Danielle Bassett was a SAGE Junior Fellow from 2011-13. She received an undergraduate degree in Physics from Pennsylvania State University and a PhD in Physics from the University of Cambridge as an NIH-Cambridge Scholar under the combined supervision of Ed Bullmore (UoC), Thomas Duke (UoC), Andreas Meyer-Lindenberg (CIMH) and Daniel Weinberger (NIMH). Her work lies predominantly in the interdisciplinary field of complex network science. She leverages advances in graph theory and statistical mechanics to understand the organizational structure of real-world social, biological and physical systems. The majority of her work to date has been performed in close collaboration with psychologists, psychiatrists, and neuroscientists, and has focused on the characterization of large-scale functional and structural connectivity patterns in the human brain, in addition to examining the relationship between these patterns and cognitive ability, task, and disease. Dr. Bassett's awards and honors include:  Rising Star by the Association for Psychological Science (2013); Alfred P. Sloan Fellow and MacArthur Fellow (2014); ONR Young Investigator, Distinguished Research Fellow of the Annenberg School for Public Policy, IEEE EMBS Academic Early Career Achievement Award (2015); and an NSF CAREER award (2016). Dr. Bassett is currently the Eduardo D. Glandt Faculty Fellow, Associate Professor of Bioengineering at the University of Pennsylvania.


Adrian Jaeggi

Adrian Jaeggi was a SAGE Junior Fellow from 2011-13. He is an evolutionary biologist with a keen interest in the evolution of human behavior and cognition. He has studied different aspects of culture and cooperation in several nonhuman primate species and is currently extending his research to humans. His main focus is on the behavioral ecology and evolutionary psychology of cooperation in a population of Amazonian forager-horticulturalists, the Tsimane. More specifically he is investigating the origins of social inequality and its influence on cooperation patterns, how people make decisions about cooperative acts with different social partners and whether these decisions are consistent with evolutionary theory and actually observed behavior. Dr. Jaeggi was featured on an episode of NPR's "All Things Considered" on March 1, 2013. He is currently an assistant professor at Emory University and his future research will focus on cooperation and its proximate mechanisms in humans and other primates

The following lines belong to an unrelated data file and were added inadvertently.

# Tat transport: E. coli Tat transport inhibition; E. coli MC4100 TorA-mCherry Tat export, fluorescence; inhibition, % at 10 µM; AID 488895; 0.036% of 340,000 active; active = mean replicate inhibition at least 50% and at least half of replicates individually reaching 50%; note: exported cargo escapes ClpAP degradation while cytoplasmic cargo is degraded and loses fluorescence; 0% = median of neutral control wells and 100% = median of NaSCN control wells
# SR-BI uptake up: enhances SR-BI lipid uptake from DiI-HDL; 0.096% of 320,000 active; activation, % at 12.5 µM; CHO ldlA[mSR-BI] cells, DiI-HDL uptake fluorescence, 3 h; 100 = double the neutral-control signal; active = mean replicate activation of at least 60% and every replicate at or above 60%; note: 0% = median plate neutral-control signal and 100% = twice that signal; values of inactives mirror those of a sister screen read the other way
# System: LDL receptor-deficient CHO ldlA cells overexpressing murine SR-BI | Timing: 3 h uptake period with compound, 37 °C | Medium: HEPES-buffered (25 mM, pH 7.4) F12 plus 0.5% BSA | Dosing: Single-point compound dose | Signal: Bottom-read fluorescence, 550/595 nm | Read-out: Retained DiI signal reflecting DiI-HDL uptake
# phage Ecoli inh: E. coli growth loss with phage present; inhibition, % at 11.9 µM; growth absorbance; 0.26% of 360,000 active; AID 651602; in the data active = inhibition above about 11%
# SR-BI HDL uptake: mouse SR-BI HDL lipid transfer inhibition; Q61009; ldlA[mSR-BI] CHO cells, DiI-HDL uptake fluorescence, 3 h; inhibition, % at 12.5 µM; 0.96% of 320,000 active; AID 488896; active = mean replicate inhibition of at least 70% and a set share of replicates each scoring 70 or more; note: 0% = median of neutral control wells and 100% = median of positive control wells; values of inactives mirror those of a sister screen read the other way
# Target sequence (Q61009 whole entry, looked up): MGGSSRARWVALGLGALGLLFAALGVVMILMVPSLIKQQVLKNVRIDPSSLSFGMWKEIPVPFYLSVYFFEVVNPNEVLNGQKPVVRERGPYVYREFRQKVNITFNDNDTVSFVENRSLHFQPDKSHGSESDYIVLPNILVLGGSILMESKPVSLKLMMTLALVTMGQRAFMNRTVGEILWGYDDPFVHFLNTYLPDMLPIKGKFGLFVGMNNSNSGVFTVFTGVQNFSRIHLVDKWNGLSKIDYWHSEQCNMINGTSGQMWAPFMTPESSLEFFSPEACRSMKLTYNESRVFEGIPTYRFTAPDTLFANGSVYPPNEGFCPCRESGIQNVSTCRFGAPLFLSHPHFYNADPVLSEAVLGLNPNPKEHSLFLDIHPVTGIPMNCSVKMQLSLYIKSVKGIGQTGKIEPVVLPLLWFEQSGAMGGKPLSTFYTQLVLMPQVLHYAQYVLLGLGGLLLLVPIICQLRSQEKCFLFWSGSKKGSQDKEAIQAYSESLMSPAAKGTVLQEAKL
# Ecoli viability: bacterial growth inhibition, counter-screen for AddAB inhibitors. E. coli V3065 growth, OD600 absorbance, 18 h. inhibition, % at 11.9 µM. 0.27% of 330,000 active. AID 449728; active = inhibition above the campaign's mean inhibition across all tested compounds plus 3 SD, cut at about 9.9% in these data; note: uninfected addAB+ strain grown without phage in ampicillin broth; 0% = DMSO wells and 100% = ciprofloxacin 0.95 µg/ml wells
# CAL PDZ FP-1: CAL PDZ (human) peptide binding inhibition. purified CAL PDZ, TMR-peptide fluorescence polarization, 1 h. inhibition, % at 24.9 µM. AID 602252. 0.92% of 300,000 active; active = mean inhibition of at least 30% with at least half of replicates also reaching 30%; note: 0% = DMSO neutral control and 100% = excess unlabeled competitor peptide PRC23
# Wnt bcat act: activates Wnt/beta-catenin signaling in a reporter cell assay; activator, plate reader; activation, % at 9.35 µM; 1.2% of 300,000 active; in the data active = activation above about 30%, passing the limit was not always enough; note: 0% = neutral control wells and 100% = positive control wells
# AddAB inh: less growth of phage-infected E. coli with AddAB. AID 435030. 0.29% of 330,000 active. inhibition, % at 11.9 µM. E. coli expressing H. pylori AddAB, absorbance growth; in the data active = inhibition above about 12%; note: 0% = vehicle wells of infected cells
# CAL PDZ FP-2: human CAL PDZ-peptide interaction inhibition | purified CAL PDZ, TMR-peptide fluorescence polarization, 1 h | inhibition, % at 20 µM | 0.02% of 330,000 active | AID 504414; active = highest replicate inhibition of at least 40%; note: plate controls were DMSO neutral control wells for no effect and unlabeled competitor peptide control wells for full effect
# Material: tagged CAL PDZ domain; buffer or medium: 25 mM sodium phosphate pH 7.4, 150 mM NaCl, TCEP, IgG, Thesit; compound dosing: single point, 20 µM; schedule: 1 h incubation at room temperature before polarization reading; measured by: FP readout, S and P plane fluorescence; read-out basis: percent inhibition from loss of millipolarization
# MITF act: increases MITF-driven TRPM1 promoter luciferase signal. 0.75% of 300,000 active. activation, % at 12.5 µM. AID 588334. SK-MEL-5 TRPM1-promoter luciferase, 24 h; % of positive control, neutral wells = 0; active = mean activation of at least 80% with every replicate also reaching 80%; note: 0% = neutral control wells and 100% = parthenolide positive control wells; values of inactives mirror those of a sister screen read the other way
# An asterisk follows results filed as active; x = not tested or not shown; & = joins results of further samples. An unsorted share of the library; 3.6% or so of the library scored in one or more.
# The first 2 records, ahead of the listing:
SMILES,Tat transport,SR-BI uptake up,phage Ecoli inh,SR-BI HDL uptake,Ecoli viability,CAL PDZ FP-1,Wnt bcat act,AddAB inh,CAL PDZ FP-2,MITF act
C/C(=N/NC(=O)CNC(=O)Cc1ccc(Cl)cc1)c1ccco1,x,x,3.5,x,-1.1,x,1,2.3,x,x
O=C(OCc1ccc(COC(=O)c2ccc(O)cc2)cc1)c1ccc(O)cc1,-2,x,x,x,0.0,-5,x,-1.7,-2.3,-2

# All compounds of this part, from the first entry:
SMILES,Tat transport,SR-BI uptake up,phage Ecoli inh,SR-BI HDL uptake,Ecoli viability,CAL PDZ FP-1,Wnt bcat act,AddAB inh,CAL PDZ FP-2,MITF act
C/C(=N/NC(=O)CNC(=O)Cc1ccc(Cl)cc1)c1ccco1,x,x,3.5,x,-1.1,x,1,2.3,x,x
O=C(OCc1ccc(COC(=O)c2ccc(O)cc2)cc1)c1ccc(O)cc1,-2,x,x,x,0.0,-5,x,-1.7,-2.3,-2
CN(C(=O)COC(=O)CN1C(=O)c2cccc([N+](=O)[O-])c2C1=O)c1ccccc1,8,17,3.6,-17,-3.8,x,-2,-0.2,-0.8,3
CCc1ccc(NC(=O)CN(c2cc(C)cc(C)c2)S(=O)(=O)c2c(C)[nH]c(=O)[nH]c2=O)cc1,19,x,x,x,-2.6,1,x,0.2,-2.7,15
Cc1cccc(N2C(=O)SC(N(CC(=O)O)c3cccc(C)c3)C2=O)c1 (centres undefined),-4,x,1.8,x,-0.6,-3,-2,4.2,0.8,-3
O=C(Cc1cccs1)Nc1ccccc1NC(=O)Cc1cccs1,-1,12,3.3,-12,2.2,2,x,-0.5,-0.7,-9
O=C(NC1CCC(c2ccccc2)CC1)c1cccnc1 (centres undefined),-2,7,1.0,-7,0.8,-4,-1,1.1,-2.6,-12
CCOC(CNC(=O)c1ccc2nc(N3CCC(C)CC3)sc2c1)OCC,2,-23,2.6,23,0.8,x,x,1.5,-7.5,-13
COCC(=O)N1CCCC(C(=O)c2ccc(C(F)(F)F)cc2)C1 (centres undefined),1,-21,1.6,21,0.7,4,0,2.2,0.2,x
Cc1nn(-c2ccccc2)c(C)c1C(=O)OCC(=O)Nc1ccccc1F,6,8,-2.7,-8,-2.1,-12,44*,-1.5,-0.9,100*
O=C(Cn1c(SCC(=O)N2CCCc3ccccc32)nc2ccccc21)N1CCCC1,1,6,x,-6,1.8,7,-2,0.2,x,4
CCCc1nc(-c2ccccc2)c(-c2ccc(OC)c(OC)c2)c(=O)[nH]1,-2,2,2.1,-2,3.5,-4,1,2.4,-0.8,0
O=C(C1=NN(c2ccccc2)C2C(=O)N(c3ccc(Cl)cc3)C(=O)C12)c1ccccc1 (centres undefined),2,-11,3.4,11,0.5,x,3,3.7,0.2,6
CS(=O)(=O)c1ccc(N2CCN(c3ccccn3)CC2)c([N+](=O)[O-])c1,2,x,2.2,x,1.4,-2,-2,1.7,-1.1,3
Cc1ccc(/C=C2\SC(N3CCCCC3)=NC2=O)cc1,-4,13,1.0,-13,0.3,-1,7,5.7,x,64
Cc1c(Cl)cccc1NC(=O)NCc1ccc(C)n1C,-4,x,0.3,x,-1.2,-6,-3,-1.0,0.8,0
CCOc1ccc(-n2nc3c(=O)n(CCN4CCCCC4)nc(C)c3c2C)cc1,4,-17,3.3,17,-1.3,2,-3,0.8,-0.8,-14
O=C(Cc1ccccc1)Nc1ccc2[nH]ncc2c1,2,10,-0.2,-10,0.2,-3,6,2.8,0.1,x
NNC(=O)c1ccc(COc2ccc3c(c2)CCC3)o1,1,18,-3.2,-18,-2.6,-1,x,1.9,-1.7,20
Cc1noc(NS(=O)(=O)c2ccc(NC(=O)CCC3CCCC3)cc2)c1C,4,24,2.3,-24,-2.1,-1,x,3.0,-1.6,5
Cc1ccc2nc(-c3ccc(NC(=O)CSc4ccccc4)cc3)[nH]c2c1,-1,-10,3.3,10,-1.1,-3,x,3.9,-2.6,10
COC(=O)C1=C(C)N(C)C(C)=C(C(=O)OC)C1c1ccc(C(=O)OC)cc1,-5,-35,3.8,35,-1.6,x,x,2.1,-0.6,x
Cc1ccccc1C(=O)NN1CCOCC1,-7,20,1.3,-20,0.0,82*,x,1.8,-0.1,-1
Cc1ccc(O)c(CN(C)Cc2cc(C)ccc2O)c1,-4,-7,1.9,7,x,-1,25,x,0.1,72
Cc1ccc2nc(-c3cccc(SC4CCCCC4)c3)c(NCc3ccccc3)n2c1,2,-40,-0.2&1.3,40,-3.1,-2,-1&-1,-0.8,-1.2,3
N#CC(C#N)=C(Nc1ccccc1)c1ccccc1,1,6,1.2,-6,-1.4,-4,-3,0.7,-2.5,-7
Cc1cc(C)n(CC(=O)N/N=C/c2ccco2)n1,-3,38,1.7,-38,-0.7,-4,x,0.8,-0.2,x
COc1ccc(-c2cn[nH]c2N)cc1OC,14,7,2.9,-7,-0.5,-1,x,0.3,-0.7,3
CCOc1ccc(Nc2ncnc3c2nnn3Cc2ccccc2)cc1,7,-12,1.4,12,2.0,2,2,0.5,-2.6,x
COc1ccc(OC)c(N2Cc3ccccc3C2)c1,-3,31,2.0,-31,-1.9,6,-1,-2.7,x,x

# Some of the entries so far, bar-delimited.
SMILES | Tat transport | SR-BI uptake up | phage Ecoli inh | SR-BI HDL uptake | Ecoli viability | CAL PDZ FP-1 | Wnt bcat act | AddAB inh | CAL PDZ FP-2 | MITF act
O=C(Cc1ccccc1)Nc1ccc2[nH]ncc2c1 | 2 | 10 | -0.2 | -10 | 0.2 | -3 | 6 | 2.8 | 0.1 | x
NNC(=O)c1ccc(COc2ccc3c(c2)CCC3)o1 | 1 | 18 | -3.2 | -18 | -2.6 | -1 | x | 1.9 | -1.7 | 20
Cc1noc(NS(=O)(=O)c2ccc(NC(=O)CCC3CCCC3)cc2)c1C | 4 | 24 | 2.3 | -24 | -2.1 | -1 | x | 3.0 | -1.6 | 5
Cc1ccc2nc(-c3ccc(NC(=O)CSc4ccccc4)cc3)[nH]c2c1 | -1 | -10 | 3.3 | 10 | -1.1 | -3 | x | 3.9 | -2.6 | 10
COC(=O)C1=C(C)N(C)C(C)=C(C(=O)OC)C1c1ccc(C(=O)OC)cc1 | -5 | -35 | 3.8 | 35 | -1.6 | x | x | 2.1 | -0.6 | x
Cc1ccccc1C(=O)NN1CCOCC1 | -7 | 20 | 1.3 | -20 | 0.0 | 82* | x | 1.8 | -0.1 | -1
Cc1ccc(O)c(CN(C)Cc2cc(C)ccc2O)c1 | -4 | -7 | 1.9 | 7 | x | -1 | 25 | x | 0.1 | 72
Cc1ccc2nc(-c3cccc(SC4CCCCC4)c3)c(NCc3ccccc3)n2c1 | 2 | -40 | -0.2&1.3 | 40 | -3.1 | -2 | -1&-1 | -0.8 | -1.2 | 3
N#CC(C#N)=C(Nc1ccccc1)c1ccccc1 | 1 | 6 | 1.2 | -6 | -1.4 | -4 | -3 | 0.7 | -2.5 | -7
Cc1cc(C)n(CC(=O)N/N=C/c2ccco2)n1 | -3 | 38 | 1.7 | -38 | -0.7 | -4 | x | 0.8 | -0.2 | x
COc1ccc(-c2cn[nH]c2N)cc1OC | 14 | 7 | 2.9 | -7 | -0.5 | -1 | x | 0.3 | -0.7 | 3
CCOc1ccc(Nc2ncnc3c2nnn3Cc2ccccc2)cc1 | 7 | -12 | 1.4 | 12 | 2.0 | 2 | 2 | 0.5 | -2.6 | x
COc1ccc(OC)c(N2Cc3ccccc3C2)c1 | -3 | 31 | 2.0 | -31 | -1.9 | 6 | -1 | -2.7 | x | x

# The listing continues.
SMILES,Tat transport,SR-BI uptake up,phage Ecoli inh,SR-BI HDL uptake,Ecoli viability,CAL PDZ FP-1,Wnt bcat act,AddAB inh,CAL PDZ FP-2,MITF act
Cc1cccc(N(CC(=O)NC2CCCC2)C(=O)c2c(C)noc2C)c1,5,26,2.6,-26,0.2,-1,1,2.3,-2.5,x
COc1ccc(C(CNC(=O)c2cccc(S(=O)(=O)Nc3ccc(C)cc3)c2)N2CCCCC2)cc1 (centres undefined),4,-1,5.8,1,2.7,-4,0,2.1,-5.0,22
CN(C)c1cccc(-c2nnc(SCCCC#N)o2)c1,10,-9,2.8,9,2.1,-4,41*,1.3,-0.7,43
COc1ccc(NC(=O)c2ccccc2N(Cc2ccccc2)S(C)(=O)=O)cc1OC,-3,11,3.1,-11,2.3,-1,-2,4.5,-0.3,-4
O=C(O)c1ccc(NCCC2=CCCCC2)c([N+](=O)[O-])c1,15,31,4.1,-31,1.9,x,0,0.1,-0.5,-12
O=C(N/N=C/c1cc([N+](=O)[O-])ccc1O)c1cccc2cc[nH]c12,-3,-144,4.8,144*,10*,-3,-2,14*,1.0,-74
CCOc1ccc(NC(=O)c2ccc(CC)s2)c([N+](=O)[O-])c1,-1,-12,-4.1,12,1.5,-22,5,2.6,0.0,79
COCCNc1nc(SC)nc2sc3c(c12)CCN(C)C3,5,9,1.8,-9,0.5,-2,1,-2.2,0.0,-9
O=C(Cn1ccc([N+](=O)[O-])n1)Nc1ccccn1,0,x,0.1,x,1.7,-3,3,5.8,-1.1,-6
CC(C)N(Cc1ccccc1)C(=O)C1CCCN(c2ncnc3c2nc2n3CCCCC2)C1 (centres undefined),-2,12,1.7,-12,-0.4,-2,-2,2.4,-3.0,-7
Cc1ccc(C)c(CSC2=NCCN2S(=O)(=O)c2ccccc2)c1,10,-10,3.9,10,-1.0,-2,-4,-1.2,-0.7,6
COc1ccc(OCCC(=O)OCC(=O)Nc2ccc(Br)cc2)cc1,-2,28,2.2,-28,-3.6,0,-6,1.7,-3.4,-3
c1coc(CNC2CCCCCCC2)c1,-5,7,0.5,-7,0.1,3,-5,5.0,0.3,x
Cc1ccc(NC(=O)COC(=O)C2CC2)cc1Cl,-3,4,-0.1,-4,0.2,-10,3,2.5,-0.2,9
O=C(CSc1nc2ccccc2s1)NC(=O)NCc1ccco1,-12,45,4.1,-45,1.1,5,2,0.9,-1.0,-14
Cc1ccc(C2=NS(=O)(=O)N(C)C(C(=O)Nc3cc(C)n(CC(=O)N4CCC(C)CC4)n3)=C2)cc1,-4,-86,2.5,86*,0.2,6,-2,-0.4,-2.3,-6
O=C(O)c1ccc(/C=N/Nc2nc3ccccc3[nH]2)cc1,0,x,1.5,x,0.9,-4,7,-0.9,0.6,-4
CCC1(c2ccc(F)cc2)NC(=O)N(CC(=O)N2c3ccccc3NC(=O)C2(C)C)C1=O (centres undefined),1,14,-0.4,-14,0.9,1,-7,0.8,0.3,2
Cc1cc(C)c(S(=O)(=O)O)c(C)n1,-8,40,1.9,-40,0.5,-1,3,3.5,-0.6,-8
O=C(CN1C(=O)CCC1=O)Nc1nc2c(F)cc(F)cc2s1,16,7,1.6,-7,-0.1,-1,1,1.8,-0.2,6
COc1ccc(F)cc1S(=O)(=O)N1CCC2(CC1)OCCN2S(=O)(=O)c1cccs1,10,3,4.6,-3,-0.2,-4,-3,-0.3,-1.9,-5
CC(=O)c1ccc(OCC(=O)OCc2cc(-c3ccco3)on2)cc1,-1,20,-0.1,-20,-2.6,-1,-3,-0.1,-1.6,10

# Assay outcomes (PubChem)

Fabián Soto

Fabián Soto was a SAGE Junior Fellow from 2011-13. He received a B.S. in Psychology from the University of Chile in 2005 and a Ph.D. in Psychology from the University of Iowa in 2011. His main line of research focuses on uncovering the mechanisms of learning and generalization at work in object categorization and causal learning. His approach involves developing computational models of these processes, and testing them through behavioral and neuroimaging studies. His research to date has used both human and non-human animals as subjects, allowing him to answer questions about both the mechanisms and evolution of cognition. In 2015, Dr. Soto was named a Rising Star by the Association for Psychological Science and in 2016, he received the Distinguished Scientific Award for Early Career Contribution to Psychology from the American Psychological Association. He is currently an Assistant Professor in the Cognitive Neuroscience Program at Florida International University.